Monk Brewery for instance takes up a huge space on the main tourist strip of Freo and because of that they sell beer to more than just craft beer geeks. Both the Swan Valley and Margaret River are dotted with breweries, often sharing space with a winery, all of them ready for the passing tourists.

I’m convinced that it is because of this more mainstream appeal that West Australian brewer’s do amazing sessionable, more approachable beers. A couple of the breweries we went to (Cheeky Monkey and Eagle Bay) even did a surprisingly good mid strength beer. Correct me if I’m wrong but I can’t think of a Victorian Brewery that does a mid strength at all, and we seem to love an 8% barrel aged monster or an easy sipping in the sun kolsch.

Then there is the whole costume thing. On the first day we stumbled off our flight straight into Feral, only to discover it was Spring in the Valley, which appeared to be a little like Grape Grazing, but with costumes and I can assure you there is a costume shop in Perth doing a roaring trade in an outfit I assume is described as ‘Slutty Oktoberfest beer wench.”  It was strange for 11am on a Saturday morning. On a side note if the Barrel Fermented Hop Hog isn’t the best beer in Australia I’ll eat my hat.      

So which is better? Christ I don’t know, but they are different, and I for one think that it might require some more investigating/drinking to find out. For instance I think there are a least five or six breweries in Perth/Swan Valley/Margaret River that I didn’t get to, plus then there is Matso’s up in Broome… excuse me while I go book some flights.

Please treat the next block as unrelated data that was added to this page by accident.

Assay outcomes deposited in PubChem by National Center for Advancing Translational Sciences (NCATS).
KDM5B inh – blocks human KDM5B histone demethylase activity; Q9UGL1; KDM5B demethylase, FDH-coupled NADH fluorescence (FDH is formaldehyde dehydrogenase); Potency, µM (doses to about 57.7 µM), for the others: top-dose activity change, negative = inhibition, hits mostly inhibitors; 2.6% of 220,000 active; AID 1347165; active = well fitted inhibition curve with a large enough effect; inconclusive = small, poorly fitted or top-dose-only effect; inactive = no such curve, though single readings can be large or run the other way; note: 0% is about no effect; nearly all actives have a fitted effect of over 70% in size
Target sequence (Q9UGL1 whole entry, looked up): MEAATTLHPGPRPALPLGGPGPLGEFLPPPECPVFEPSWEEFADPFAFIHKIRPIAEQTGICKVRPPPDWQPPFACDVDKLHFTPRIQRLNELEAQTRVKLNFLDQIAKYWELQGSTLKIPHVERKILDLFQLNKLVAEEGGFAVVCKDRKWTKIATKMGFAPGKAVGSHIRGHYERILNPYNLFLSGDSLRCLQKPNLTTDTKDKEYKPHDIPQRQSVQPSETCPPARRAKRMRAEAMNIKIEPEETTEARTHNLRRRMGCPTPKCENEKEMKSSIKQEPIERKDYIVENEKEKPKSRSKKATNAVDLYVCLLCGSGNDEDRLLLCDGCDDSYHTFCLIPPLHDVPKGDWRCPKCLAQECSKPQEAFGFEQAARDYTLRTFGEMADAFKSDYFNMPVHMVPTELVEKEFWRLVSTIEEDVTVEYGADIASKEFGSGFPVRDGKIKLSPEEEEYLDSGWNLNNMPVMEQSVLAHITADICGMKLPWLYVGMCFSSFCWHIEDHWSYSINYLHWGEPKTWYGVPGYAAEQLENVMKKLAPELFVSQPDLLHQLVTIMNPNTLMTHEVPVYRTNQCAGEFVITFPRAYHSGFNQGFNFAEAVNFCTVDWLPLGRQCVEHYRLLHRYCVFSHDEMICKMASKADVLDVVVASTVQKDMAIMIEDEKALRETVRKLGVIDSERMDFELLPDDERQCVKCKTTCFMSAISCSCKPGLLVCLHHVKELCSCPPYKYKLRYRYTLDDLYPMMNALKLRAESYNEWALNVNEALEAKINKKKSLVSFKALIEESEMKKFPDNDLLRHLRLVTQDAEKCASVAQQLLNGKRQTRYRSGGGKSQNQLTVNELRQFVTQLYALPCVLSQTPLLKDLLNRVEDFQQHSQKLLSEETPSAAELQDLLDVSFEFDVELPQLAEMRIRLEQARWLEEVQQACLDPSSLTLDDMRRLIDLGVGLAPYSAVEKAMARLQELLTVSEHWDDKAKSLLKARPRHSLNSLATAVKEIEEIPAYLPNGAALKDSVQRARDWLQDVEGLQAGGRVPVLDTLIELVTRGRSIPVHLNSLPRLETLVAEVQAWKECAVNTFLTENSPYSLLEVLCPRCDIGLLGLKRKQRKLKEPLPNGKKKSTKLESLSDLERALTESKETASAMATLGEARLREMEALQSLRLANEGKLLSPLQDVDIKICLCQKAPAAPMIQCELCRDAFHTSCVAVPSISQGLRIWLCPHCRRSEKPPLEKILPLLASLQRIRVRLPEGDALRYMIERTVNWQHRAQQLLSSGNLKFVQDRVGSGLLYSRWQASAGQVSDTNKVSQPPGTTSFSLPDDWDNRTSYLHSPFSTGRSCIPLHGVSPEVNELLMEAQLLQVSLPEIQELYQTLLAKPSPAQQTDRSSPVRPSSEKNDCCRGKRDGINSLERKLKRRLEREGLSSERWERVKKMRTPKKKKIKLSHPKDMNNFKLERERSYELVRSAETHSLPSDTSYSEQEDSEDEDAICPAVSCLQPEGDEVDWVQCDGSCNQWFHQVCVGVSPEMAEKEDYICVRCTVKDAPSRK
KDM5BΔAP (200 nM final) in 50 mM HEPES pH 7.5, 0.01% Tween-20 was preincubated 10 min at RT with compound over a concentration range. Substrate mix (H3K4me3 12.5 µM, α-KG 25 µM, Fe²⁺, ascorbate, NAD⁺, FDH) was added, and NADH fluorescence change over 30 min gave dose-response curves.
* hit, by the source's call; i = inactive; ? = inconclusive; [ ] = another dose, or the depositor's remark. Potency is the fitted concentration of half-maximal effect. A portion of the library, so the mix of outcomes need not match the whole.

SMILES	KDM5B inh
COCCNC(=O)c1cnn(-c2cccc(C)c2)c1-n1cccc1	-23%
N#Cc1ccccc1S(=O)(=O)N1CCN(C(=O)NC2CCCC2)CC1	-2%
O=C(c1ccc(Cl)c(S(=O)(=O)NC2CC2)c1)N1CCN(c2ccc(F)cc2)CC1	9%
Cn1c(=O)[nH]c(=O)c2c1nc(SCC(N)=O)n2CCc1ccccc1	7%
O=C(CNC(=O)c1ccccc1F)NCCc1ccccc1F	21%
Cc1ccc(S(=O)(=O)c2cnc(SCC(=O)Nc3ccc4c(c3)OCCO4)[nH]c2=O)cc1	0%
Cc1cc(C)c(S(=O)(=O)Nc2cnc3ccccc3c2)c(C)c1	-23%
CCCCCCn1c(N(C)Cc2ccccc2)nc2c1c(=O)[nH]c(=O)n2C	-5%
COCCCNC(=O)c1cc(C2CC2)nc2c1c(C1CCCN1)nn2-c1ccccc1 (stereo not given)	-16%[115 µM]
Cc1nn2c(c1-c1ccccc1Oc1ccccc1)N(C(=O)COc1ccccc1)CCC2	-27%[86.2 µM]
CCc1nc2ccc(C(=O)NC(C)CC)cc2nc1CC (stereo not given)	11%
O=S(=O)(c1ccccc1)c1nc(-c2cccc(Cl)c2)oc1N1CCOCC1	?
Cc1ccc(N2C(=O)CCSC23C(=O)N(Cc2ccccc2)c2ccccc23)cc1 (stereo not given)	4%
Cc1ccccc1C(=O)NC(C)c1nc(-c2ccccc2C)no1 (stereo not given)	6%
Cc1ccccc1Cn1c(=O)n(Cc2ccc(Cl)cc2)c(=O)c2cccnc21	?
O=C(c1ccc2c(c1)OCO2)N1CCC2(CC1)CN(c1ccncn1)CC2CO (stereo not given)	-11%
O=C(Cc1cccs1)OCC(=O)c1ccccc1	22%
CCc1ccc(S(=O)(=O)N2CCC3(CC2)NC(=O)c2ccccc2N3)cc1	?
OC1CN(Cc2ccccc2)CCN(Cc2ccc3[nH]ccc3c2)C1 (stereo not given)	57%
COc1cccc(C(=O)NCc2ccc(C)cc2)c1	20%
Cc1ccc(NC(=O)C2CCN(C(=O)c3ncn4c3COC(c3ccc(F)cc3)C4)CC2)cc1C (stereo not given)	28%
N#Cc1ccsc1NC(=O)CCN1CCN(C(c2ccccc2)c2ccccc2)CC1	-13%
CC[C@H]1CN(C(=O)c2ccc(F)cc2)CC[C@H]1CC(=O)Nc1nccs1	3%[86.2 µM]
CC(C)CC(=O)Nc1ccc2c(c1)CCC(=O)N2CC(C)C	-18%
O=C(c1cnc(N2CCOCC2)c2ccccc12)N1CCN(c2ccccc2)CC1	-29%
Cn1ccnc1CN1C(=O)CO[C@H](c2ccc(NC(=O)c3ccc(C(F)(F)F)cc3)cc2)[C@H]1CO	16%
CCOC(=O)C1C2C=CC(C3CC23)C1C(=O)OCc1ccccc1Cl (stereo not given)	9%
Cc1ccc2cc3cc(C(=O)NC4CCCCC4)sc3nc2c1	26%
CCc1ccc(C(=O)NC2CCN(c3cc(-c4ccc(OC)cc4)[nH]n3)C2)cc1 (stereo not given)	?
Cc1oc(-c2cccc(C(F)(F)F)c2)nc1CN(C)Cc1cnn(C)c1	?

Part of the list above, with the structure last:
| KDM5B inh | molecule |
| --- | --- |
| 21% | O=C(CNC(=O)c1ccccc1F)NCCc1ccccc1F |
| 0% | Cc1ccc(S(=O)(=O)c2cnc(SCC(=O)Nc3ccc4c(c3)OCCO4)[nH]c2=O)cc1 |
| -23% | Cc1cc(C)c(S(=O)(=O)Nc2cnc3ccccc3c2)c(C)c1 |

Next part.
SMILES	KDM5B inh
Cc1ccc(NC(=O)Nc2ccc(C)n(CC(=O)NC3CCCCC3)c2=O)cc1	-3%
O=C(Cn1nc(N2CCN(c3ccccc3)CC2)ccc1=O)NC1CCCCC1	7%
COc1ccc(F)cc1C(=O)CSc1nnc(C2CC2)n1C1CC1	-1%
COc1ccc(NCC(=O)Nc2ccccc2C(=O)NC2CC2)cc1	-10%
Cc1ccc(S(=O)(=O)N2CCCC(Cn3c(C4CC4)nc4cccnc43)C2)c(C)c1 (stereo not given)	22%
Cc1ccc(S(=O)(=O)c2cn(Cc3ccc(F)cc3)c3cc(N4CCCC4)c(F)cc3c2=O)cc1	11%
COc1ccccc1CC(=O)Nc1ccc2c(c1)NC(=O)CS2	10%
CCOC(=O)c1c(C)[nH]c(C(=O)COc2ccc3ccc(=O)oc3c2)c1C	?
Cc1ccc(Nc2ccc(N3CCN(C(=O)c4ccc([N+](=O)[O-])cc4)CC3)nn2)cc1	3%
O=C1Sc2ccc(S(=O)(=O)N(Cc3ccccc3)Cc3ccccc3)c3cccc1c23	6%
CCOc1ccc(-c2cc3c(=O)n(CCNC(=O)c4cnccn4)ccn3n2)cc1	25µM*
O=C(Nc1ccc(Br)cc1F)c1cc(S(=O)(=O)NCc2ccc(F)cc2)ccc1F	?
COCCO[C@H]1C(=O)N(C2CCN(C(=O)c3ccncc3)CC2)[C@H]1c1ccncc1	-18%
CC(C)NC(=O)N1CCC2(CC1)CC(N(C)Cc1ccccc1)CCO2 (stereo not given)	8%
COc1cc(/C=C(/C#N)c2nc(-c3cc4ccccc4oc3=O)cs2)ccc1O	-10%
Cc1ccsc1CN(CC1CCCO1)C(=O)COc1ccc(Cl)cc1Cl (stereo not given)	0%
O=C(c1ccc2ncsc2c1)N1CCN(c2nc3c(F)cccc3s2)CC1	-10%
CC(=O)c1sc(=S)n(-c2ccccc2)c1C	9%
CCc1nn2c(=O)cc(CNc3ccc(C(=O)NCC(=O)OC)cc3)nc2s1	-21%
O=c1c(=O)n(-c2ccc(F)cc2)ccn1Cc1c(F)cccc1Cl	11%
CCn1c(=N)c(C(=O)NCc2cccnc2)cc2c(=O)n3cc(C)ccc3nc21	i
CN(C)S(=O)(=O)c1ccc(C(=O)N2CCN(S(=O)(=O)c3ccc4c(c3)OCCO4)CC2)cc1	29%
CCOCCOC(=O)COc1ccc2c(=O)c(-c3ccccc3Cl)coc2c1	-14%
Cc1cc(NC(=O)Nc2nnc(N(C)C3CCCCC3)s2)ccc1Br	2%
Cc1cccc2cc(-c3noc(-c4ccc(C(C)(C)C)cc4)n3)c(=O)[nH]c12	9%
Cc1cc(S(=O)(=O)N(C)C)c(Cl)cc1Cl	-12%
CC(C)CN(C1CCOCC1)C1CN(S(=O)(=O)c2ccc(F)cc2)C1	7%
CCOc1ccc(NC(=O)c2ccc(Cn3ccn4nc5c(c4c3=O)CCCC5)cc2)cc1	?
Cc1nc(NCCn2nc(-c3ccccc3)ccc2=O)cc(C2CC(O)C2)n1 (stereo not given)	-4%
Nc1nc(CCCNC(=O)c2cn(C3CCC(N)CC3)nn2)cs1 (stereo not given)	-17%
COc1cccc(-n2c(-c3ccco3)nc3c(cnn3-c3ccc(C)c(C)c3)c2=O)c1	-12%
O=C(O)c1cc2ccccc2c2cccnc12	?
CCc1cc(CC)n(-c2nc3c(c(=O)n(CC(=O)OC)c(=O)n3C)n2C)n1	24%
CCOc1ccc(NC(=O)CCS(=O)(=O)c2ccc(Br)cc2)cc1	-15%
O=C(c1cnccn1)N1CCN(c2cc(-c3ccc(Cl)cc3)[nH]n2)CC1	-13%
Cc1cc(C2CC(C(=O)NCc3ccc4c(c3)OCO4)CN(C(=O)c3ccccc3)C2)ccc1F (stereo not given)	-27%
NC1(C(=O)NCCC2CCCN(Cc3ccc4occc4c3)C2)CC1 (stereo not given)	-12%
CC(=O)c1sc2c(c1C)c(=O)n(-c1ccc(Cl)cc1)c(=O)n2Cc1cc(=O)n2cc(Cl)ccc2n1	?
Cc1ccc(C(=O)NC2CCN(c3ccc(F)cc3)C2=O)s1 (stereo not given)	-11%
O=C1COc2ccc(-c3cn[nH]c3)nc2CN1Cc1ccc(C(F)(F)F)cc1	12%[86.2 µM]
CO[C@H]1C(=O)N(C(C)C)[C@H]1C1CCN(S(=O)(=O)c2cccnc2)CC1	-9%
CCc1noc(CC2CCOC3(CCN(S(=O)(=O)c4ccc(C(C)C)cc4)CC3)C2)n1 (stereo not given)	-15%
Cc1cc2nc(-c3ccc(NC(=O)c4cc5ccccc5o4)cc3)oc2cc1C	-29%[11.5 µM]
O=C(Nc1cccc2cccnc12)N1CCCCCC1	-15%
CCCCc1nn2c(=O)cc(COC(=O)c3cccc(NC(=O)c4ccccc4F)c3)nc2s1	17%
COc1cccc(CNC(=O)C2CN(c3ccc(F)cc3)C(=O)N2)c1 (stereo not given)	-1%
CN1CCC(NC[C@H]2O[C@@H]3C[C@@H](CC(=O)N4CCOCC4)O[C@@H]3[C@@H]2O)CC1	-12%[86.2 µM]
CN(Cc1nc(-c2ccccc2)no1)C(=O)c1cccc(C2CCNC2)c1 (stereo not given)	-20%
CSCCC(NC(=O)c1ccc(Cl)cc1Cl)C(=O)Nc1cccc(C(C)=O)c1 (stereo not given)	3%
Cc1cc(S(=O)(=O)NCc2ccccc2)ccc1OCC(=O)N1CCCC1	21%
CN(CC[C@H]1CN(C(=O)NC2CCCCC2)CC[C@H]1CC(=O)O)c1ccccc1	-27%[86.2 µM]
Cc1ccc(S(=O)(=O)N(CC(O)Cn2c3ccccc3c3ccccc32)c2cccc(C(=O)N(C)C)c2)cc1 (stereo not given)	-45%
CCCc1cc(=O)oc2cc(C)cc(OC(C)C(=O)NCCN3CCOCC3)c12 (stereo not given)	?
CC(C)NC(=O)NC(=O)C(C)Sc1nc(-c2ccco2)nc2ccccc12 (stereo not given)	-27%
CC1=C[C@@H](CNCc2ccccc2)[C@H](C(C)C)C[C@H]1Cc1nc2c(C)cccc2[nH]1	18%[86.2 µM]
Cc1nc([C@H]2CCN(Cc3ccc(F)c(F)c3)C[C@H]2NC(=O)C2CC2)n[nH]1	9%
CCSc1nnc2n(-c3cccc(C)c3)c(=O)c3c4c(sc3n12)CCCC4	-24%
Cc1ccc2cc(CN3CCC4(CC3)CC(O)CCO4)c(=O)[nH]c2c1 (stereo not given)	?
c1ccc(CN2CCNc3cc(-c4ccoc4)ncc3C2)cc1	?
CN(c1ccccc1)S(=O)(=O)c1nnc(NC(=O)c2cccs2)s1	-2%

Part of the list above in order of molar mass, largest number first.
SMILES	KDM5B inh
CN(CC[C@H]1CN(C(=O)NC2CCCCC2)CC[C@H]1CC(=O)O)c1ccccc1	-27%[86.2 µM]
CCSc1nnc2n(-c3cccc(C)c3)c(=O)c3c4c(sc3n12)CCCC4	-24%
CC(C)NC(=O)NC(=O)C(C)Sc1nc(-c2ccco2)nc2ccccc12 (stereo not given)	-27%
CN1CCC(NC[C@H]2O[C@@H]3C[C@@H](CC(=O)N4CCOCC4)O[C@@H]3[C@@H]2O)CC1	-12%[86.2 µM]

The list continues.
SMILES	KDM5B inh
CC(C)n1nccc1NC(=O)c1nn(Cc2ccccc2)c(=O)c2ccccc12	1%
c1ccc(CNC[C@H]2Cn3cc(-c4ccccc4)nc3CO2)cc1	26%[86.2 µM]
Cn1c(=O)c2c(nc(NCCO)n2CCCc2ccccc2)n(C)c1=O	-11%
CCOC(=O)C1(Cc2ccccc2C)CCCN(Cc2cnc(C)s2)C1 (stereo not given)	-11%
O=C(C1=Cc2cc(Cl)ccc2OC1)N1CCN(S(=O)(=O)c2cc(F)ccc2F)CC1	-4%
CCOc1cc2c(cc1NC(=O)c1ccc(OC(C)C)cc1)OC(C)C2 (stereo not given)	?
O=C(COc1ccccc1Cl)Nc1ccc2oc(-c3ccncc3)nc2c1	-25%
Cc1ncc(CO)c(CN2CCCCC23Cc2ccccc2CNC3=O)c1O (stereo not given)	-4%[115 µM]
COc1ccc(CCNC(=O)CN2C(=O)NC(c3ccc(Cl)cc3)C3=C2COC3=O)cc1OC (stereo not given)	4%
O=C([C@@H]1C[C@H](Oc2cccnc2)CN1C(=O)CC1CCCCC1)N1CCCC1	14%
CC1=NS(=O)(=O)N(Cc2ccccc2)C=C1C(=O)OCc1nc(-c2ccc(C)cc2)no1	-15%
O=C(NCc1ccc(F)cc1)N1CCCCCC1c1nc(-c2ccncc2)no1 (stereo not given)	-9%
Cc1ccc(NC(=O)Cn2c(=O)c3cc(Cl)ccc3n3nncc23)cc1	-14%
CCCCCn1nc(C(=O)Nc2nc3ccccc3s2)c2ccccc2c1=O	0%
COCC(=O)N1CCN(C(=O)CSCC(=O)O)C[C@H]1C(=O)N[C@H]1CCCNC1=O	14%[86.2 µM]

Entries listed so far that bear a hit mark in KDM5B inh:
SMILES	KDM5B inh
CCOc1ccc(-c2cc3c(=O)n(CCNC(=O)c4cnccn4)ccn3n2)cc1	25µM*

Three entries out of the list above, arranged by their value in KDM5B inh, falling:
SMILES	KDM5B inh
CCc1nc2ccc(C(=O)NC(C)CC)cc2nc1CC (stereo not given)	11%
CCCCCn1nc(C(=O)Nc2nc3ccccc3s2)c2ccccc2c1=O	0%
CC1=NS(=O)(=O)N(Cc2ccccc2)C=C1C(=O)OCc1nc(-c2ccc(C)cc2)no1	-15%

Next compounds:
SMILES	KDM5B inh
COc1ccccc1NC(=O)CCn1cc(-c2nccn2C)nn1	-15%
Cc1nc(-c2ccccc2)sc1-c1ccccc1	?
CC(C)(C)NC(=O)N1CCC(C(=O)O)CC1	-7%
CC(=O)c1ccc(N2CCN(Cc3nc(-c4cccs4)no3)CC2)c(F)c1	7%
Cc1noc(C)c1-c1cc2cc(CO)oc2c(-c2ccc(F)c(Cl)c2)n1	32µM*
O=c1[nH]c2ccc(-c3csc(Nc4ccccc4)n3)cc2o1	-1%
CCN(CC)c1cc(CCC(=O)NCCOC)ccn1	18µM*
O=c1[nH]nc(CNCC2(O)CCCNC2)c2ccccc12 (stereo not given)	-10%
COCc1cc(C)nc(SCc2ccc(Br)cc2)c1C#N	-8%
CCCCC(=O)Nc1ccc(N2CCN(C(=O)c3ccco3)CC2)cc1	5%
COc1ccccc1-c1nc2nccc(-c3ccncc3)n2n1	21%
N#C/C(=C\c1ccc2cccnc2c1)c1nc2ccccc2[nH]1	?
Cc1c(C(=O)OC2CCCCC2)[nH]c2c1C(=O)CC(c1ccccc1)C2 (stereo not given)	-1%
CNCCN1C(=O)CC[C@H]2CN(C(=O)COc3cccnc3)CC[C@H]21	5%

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5 thoughts on “Lessons from the West.

  1. I wonder how much of the ‘brashness’ springs from the demonstration effect of Sail and Anchor/Matilda Bay, Little Creatures as craft pioneers who went ‘large venue’ early in the piece.

    And once your connecting a brewhouse to a winery cellar door you can certainly piggyback on their locale.

    But a fascinating insight/POD.

  2. Gees, Leon, I was getting worried. Good to see you back on the blogger verse. I did see the frantic @untappd activity one day from WA and realised what was up.

    Two good light beers. Mildura Sun and Murray’s Retro, but they are outliers.

    The appetite for a WA visit has been whetted. The Duckstein photo is gold.

    • Forgot the sunlight – but mildura us almost nsw so that doesnt count. Cheeky Monkey’s light reminded me of retro rocket actually – good beer

  3. Top work Leon. I’m actually on Busselton for four days with the family – what breweries are nearby that are worth checking out? From a quick search Bush Shack and Bootleg seem to be close..

    • Eagle bay is worth a trip, just near dunsborough, cherky monkey also good, it’s just near bootleg. If you are looking for a pub pourhouse in dunsborough is excellent